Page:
Seattle mayor calls Trump tweets a “threat to invade” the city


From CNN’s Andy Rose –  KIRO

Seattle Mayor Jenny Durkan said the city will not be accepting federal troops to move out protesters who are occupying the area in front of a downtown police station.

“The threat to invade Seattle – to divide and incite violence in our city – is not only unwelcome, it would be illegal,” Durkan said at a news conference Thursday.

President Trump tweeted earlier Thursday to Durkan and Washington Gov. Jay Inslee: “Take back your city NOW. If you don’t do it, I will.”

Durkan said the overwhelming majority of protests have been peaceful.

“One of the things this President will never understand is that listening to the community is not a weakness,” Durkan said. “It’s a strength.”

The Seattle Police Department East Precinct building was emptied after crowd control barriers in front of the building were removed. Police Chief Carmen Best said their efforts to ease tensions have not been reciprocated.

“Instead of marching, the protesters, after complaining about police barricades, established their own barricades,” Best said.

Durkan said he believed the Capitol Hill protests are not more dangerous than demonstrations that regularly occur in the community.

“I’ve got news for people: It’s been ‘autonomous’ my whole lifetime,” said Durkan. “It is not an armed Antifa militia no-go zone.”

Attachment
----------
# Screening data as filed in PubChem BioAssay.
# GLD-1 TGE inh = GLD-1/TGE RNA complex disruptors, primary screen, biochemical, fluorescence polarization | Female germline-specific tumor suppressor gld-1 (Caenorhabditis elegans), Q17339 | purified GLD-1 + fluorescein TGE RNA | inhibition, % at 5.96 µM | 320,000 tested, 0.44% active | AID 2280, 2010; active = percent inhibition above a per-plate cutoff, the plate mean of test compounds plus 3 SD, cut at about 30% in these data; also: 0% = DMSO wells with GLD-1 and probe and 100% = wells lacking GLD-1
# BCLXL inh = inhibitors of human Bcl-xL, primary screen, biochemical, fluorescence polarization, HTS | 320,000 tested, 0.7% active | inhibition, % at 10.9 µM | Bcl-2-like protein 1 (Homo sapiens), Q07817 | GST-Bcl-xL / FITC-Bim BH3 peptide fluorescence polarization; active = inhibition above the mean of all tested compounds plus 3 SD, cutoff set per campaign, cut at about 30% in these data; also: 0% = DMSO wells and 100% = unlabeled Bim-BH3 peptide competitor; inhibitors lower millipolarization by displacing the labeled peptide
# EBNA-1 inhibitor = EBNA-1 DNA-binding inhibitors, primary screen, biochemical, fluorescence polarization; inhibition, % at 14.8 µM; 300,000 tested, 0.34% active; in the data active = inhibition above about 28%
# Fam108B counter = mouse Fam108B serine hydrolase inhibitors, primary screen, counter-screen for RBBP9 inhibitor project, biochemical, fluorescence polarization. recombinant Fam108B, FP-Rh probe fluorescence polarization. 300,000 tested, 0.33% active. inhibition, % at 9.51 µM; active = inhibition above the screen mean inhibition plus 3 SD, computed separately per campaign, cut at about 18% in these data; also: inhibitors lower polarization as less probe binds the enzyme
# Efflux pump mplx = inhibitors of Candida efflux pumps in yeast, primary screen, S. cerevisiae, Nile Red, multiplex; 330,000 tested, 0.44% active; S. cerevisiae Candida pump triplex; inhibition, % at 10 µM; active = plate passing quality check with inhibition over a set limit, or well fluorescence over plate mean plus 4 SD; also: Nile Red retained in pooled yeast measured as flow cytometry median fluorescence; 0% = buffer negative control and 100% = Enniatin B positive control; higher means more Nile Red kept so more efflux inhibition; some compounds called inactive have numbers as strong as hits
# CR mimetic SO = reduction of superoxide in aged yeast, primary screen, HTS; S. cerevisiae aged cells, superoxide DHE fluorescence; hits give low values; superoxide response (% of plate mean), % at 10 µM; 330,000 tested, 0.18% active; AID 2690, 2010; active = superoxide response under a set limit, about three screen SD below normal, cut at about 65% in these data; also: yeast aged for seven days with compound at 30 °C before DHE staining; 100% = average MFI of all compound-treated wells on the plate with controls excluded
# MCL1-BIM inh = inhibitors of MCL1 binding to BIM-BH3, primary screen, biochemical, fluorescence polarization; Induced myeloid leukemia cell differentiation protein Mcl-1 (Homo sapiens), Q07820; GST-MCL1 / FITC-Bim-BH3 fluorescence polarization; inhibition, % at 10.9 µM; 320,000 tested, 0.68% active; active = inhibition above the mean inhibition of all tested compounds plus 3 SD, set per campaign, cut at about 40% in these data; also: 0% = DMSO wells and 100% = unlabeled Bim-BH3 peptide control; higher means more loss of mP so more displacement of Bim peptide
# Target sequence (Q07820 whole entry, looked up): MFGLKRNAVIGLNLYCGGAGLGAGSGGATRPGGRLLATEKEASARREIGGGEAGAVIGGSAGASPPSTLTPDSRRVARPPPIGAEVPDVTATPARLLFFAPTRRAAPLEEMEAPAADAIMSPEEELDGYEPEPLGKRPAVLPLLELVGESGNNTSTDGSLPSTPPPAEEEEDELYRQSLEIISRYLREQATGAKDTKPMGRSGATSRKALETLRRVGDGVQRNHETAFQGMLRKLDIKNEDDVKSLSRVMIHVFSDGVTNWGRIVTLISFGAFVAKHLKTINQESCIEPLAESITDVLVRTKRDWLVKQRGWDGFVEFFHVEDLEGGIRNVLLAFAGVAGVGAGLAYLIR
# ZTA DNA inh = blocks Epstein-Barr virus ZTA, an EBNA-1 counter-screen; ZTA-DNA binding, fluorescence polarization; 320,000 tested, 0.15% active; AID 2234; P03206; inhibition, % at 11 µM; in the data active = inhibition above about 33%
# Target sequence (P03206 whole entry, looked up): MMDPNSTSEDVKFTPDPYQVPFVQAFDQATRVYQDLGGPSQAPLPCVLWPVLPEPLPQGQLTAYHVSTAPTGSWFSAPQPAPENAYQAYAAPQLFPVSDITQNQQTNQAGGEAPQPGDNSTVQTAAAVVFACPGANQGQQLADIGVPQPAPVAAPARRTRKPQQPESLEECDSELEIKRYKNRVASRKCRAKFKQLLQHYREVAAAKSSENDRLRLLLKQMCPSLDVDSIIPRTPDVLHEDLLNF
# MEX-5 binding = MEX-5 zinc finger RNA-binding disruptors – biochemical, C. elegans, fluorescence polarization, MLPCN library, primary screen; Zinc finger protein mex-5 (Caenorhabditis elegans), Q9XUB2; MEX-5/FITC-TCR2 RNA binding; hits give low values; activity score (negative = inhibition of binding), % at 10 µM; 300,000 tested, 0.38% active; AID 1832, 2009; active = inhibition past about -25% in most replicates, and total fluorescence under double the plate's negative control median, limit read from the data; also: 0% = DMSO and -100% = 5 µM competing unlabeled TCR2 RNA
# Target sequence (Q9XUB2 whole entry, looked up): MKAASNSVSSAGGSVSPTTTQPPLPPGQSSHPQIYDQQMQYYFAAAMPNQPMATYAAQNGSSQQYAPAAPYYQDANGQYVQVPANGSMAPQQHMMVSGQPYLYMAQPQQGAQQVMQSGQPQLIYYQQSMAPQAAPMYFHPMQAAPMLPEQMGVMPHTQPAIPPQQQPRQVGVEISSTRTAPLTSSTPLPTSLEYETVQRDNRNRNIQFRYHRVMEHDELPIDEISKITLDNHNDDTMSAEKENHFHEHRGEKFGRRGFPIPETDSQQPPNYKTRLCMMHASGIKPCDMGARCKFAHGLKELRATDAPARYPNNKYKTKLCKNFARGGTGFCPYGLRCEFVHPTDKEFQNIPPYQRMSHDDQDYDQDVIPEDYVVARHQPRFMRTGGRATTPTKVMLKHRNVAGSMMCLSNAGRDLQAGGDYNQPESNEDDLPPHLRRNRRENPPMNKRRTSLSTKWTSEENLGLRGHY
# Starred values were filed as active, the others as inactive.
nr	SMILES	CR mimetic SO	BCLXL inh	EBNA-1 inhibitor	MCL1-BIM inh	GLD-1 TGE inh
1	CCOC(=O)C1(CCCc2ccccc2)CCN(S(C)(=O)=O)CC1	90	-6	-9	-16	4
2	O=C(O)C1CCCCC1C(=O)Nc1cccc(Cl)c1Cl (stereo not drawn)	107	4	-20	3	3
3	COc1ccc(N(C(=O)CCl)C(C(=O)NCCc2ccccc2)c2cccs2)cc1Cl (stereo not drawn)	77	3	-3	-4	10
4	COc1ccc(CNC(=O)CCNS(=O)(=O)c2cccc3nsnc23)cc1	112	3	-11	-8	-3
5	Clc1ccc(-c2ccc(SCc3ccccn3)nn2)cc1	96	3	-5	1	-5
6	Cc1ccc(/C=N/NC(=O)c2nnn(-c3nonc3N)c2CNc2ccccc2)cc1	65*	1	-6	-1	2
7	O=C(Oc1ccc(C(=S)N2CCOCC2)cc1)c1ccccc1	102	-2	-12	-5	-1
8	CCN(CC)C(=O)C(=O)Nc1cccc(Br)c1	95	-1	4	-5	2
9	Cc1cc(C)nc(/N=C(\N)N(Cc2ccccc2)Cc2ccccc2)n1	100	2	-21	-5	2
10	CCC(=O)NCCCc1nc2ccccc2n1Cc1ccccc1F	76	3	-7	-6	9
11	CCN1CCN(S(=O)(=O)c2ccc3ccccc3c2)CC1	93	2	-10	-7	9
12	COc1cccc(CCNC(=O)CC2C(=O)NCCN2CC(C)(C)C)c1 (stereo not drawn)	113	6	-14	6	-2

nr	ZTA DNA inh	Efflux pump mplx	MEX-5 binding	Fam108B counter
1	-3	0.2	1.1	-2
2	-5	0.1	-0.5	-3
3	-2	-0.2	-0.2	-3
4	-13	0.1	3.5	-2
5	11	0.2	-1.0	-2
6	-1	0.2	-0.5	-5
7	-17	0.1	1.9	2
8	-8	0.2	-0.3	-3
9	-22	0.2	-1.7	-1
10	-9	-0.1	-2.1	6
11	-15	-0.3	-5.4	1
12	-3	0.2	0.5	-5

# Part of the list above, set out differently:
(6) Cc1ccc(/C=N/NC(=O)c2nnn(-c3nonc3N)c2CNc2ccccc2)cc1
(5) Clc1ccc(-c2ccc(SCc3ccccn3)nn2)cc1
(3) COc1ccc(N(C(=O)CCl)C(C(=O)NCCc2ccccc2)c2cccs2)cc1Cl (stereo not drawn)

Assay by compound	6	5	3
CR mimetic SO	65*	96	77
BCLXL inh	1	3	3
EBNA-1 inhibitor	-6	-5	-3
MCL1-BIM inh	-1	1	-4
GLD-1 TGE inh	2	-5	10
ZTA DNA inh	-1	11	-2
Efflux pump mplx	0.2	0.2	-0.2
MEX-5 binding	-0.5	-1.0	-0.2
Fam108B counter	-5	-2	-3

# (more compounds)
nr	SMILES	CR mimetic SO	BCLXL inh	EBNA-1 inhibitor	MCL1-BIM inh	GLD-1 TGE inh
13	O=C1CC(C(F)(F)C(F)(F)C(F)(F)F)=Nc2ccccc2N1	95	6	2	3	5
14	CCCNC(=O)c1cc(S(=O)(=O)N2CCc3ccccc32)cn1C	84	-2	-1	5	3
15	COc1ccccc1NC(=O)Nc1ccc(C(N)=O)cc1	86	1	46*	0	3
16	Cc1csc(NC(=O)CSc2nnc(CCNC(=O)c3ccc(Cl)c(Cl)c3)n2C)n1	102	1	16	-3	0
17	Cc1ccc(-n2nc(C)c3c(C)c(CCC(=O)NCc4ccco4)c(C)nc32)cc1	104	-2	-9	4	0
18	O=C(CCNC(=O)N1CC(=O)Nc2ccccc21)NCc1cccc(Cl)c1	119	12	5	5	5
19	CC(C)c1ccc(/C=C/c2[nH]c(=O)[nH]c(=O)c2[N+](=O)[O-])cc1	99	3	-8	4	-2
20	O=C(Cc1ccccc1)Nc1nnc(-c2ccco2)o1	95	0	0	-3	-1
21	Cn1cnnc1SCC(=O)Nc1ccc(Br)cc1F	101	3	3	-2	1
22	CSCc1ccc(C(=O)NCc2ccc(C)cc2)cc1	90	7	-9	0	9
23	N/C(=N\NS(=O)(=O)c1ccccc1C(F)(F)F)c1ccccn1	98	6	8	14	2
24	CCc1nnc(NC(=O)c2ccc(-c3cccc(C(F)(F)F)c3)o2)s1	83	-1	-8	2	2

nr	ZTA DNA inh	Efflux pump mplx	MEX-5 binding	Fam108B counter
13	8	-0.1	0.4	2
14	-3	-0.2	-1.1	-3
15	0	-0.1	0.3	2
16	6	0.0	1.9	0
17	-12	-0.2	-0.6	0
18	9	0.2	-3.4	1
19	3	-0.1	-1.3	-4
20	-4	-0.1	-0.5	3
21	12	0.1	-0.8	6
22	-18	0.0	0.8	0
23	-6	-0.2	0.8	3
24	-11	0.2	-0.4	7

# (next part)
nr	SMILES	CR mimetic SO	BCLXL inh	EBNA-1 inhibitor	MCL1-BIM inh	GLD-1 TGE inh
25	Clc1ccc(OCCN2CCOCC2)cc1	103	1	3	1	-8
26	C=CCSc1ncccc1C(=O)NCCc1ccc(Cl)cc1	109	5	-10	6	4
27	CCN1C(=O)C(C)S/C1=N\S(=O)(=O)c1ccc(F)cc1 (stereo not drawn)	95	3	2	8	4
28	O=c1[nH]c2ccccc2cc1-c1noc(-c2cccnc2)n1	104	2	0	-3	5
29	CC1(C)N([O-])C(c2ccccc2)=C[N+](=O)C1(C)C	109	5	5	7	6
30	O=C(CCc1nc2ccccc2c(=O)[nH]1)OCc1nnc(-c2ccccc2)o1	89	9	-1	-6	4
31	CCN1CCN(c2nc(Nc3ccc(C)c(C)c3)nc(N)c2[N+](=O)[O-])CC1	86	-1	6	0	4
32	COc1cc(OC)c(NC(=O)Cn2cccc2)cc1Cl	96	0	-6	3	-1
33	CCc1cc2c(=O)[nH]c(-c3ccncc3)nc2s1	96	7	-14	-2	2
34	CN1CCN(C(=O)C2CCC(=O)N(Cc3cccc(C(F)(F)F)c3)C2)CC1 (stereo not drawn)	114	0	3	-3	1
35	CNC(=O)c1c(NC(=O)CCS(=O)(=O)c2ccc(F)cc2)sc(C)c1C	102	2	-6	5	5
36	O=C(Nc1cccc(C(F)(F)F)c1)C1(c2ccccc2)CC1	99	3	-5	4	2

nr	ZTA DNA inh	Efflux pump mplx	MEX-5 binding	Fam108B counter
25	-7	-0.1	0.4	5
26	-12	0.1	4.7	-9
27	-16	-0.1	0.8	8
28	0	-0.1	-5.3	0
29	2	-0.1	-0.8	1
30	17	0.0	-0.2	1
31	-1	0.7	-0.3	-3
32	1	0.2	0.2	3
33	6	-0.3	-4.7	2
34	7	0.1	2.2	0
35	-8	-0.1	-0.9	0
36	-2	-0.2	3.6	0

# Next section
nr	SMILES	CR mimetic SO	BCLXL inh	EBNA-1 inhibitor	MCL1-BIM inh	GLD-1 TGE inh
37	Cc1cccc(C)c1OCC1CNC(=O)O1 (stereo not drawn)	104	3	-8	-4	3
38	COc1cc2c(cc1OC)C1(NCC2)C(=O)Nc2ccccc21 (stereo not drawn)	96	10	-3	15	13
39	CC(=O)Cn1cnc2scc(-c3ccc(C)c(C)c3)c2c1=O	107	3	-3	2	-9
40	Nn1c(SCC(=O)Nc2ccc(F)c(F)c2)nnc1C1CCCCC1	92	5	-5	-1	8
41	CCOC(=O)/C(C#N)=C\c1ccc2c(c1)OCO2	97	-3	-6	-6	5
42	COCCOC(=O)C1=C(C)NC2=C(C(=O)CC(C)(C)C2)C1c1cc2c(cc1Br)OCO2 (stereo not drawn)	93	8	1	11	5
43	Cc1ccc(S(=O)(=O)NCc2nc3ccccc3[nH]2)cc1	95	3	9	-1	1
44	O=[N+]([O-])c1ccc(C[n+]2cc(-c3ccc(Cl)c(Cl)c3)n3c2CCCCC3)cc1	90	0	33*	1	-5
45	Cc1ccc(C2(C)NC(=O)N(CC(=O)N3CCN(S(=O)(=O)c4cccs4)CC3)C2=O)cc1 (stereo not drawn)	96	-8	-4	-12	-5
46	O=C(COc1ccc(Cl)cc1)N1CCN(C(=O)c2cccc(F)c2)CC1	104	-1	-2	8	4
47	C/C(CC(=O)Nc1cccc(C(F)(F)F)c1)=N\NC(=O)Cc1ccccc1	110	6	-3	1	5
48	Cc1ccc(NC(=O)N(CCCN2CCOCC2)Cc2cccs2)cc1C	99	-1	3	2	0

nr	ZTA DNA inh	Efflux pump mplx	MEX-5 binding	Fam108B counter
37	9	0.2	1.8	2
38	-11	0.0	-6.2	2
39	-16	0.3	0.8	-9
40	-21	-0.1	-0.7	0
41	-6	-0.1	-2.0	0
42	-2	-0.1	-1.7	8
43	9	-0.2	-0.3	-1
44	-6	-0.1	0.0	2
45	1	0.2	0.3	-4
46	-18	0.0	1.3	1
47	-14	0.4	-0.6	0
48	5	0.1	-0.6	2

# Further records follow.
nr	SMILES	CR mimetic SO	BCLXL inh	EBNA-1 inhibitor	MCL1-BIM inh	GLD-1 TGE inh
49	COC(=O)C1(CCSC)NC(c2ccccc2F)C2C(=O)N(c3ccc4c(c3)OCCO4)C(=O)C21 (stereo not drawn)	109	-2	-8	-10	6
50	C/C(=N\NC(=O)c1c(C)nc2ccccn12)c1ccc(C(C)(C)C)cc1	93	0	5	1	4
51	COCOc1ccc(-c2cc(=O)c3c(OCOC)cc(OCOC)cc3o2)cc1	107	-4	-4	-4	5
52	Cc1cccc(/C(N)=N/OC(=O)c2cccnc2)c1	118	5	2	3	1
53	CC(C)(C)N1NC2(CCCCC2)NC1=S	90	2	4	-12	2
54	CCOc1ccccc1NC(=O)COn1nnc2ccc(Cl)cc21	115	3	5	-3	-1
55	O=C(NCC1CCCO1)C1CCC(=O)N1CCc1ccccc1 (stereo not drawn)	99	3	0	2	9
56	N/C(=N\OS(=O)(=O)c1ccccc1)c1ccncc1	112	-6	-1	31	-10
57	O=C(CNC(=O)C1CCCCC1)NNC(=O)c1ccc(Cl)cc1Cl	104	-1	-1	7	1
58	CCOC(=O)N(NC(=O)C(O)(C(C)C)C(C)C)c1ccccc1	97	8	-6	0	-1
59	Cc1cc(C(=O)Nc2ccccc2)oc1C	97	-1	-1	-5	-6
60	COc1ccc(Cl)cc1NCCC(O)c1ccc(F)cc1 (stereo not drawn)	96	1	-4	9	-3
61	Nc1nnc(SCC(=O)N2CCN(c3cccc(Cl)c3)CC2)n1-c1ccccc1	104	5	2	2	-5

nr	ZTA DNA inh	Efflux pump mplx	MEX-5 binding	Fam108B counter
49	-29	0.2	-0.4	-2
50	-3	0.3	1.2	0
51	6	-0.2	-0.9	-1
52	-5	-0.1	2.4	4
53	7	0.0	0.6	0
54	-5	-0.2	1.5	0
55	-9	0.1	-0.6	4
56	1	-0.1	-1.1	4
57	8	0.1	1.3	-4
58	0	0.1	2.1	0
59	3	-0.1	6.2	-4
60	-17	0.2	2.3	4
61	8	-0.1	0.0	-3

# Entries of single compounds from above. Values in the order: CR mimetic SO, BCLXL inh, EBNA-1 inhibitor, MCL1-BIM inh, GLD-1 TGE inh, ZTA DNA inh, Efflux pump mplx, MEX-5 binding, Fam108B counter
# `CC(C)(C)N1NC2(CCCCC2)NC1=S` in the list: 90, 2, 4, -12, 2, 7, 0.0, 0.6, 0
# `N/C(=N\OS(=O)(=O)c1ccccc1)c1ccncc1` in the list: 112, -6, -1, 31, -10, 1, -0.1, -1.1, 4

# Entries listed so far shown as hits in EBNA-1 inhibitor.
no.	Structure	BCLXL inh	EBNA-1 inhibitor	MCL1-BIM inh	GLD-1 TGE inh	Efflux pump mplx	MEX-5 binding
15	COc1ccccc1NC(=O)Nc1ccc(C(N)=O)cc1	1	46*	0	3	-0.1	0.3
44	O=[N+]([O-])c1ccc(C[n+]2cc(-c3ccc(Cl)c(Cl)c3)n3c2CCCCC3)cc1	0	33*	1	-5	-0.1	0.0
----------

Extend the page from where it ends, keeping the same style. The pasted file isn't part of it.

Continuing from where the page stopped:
Los Angeles mayor says he wants to “reimagine public safety” while still supporting it

Los Angeles, California, Mayor Eric Garcetti proposed rethinking the way governments spend money on law enforcement saying, “you can support public safety and reimagine it at the same time.”

He said that while police officers need to be there to help people who are victims of violent crimes, or caught in sex trafficking or domestic violence situations, they should not be asked to deal with other problems like homelessness or mental health.

Garcetti said he supports budgeting more money for other resources.

He told CNN on Thursday that police should not have to “solve what needs investments in education, health care, and social workers rather than just always putting that on the backs of our police officers.”

“Maybe there’s a smarter way that’s better for our police officers and the public to look at our future,” he added.

Some background: After facing backlash over how Los Angeles Police Department officials treated protesters during the first week of demonstrations following George Floyd’s death, city officials on Monday said they will not prosecute those arrested for curfew violations and failure to disperse.

The L.A. City Attorney’s Office said it will develop new programs focused on the relationship between the community and law enforcement and plans to implement them later this summer.


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